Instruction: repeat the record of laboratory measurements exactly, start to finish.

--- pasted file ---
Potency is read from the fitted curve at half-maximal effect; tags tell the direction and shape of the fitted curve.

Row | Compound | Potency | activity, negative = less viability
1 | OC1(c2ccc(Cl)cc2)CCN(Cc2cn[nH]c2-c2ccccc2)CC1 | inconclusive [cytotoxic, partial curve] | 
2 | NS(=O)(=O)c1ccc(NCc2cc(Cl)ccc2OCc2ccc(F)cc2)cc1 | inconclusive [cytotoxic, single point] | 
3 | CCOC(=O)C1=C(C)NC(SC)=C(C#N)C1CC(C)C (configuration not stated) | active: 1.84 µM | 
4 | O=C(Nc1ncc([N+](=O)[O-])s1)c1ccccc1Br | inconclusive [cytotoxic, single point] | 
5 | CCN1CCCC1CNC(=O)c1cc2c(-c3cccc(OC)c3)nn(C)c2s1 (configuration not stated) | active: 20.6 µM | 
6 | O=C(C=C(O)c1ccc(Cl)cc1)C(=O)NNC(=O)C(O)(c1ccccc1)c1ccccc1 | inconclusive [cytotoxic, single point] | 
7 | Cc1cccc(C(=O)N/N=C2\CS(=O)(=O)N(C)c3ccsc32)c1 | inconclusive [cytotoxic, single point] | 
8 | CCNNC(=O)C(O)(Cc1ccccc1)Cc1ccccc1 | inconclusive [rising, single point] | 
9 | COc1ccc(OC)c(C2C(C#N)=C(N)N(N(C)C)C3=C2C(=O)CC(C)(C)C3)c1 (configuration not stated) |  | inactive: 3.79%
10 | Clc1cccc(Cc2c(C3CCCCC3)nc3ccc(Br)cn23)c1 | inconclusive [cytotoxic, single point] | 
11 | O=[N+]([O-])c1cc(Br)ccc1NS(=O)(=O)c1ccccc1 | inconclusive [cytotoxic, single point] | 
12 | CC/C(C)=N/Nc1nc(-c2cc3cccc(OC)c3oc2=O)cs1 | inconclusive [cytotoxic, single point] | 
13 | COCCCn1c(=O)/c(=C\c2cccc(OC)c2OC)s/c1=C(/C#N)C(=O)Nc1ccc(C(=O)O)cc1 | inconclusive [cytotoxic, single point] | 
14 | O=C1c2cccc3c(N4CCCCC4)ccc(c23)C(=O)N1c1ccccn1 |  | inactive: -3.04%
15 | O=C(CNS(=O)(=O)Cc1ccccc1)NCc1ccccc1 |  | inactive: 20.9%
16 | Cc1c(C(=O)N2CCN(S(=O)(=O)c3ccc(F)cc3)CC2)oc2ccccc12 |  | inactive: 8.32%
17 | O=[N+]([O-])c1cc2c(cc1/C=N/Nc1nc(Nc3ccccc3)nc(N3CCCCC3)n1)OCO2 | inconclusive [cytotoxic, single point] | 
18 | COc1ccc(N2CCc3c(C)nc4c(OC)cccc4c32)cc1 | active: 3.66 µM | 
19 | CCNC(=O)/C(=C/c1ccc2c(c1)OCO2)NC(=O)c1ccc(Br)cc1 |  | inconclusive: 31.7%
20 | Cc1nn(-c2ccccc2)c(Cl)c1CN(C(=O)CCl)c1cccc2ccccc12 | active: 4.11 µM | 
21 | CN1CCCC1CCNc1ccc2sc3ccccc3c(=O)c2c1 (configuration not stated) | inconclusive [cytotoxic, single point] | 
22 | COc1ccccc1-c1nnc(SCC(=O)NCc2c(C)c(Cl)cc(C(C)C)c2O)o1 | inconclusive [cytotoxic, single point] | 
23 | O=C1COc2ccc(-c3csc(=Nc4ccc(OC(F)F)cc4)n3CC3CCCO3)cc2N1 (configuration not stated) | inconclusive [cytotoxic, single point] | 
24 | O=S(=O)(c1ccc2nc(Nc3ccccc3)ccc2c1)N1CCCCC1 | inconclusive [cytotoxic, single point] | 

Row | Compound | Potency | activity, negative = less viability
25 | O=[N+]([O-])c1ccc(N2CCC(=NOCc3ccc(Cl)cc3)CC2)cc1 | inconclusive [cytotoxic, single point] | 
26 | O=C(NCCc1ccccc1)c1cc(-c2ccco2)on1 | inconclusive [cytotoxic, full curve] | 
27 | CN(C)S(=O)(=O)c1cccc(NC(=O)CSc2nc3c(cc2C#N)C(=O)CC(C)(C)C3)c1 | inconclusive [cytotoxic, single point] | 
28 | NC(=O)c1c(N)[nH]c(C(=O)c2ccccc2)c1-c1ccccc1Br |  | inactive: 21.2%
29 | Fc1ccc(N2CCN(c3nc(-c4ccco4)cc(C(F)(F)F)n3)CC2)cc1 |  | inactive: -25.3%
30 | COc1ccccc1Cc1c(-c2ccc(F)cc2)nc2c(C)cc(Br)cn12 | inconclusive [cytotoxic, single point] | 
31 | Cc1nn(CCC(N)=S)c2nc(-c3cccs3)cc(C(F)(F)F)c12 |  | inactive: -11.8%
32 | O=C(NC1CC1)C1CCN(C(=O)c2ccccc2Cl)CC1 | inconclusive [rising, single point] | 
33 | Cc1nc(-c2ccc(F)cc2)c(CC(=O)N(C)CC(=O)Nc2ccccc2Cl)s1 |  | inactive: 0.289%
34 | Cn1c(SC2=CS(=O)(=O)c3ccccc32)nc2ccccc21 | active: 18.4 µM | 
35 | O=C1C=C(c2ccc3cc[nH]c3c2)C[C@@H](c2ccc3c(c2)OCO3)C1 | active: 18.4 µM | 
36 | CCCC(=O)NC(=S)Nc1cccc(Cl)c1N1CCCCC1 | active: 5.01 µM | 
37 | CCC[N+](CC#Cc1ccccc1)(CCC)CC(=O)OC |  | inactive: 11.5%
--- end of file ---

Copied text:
Potency is read from the fitted curve at half-maximal effect; tags tell the direction and shape of the fitted curve.

Row | Compound | Potency | activity, negative = less viability
1 | OC1(c2ccc(Cl)cc2)CCN(Cc2cn[nH]c2-c2ccccc2)CC1 | inconclusive [cytotoxic, partial curve] | 
2 | NS(=O)(=O)c1ccc(NCc2cc(Cl)ccc2OCc2ccc(F)cc2)cc1 | inconclusive [cytotoxic, single point] | 
3 | CCOC(=O)C1=C(C)NC(SC)=C(C#N)C1CC(C)C (configuration not stated) | active: 1.84 µM | 
4 | O=C(Nc1ncc([N+](=O)[O-])s1)c1ccccc1Br | inconclusive [cytotoxic, single point] | 
5 | CCN1CCCC1CNC(=O)c1cc2c(-c3cccc(OC)c3)nn(C)c2s1 (configuration not stated) | active: 20.6 µM | 
6 | O=C(C=C(O)c1ccc(Cl)cc1)C(=O)NNC(=O)C(O)(c1ccccc1)c1ccccc1 | inconclusive [cytotoxic, single point] | 
7 | Cc1cccc(C(=O)N/N=C2\CS(=O)(=O)N(C)c3ccsc32)c1 | inconclusive [cytotoxic, single point] | 
8 | CCNNC(=O)C(O)(Cc1ccccc1)Cc1ccccc1 | inconclusive [rising, single point] | 
9 | COc1ccc(OC)c(C2C(C#N)=C(N)N(N(C)C)C3=C2C(=O)CC(C)(C)C3)c1 (configuration not stated) |  | inactive: 3.79%
10 | Clc1cccc(Cc2c(C3CCCCC3)nc3ccc(Br)cn23)c1 | inconclusive [cytotoxic, single point] | 
11 | O=[N+]([O-])c1cc(Br)ccc1NS(=O)(=O)c1ccccc1 | inconclusive [cytotoxic, single point] | 
12 | CC/C(C)=N/Nc1nc(-c2cc3cccc(OC)c3oc2=O)cs1 | inconclusive [cytotoxic, single point] | 
13 | COCCCn1c(=O)/c(=C\c2cccc(OC)c2OC)s/c1=C(/C#N)C(=O)Nc1ccc(C(=O)O)cc1 | inconclusive [cytotoxic, single point] | 
14 | O=C1c2cccc3c(N4CCCCC4)ccc(c23)C(=O)N1c1ccccn1 |  | inactive: -3.04%
15 | O=C(CNS(=O)(=O)Cc1ccccc1)NCc1ccccc1 |  | inactive: 20.9%
16 | Cc1c(C(=O)N2CCN(S(=O)(=O)c3ccc(F)cc3)CC2)oc2ccccc12 |  | inactive: 8.32%
17 | O=[N+]([O-])c1cc2c(cc1/C=N/Nc1nc(Nc3ccccc3)nc(N3CCCCC3)n1)OCO2 | inconclusive [cytotoxic, single point] | 
18 | COc1ccc(N2CCc3c(C)nc4c(OC)cccc4c32)cc1 | active: 3.66 µM | 
19 | CCNC(=O)/C(=C/c1ccc2c(c1)OCO2)NC(=O)c1ccc(Br)cc1 |  | inconclusive: 31.7%
20 | Cc1nn(-c2ccccc2)c(Cl)c1CN(C(=O)CCl)c1cccc2ccccc12 | active: 4.11 µM | 
21 | CN1CCCC1CCNc1ccc2sc3ccccc3c(=O)c2c1 (configuration not stated) | inconclusive [cytotoxic, single point] | 
22 | COc1ccccc1-c1nnc(SCC(=O)NCc2c(C)c(Cl)cc(C(C)C)c2O)o1 | inconclusive [cytotoxic, single point] | 
23 | O=C1COc2ccc(-c3csc(=Nc4ccc(OC(F)F)cc4)n3CC3CCCO3)cc2N1 (configuration not stated) | inconclusive [cytotoxic, single point] | 
24 | O=S(=O)(c1ccc2nc(Nc3ccccc3)ccc2c1)N1CCCCC1 | inconclusive [cytotoxic, single point] | 

Row | Compound | Potency | activity, negative = less viability
25 | O=[N+]([O-])c1ccc(N2CCC(=NOCc3ccc(Cl)cc3)CC2)cc1 | inconclusive [cytotoxic, single point] | 
26 | O=C(NCCc1ccccc1)c1cc(-c2ccco2)on1 | inconclusive [cytotoxic, full curve] | 
27 | CN(C)S(=O)(=O)c1cccc(NC(=O)CSc2nc3c(cc2C#N)C(=O)CC(C)(C)C3)c1 | inconclusive [cytotoxic, single point] | 
28 | NC(=O)c1c(N)[nH]c(C(=O)c2ccccc2)c1-c1ccccc1Br |  | inactive: 21.2%
29 | Fc1ccc(N2CCN(c3nc(-c4ccco4)cc(C(F)(F)F)n3)CC2)cc1 |  | inactive: -25.3%
30 | COc1ccccc1Cc1c(-c2ccc(F)cc2)nc2c(C)cc(Br)cn12 | inconclusive [cytotoxic, single point] | 
31 | Cc1nn(CCC(N)=S)c2nc(-c3cccs3)cc(C(F)(F)F)c12 |  | inactive: -11.8%
32 | O=C(NC1CC1)C1CCN(C(=O)c2ccccc2Cl)CC1 | inconclusive [rising, single point] | 
33 | Cc1nc(-c2ccc(F)cc2)c(CC(=O)N(C)CC(=O)Nc2ccccc2Cl)s1 |  | inactive: 0.289%
34 | Cn1c(SC2=CS(=O)(=O)c3ccccc32)nc2ccccc21 | active: 18.4 µM | 
35 | O=C1C=C(c2ccc3cc[nH]c3c2)C[C@@H](c2ccc3c(c2)OCO3)C1 | active: 18.4 µM | 
36 | CCCC(=O)NC(=S)Nc1cccc(Cl)c1N1CCCCC1 | active: 5.01 µM | 
37 | CCC[N+](CC#Cc1ccccc1)(CCC)CC(=O)OC |  | inactive: 11.5%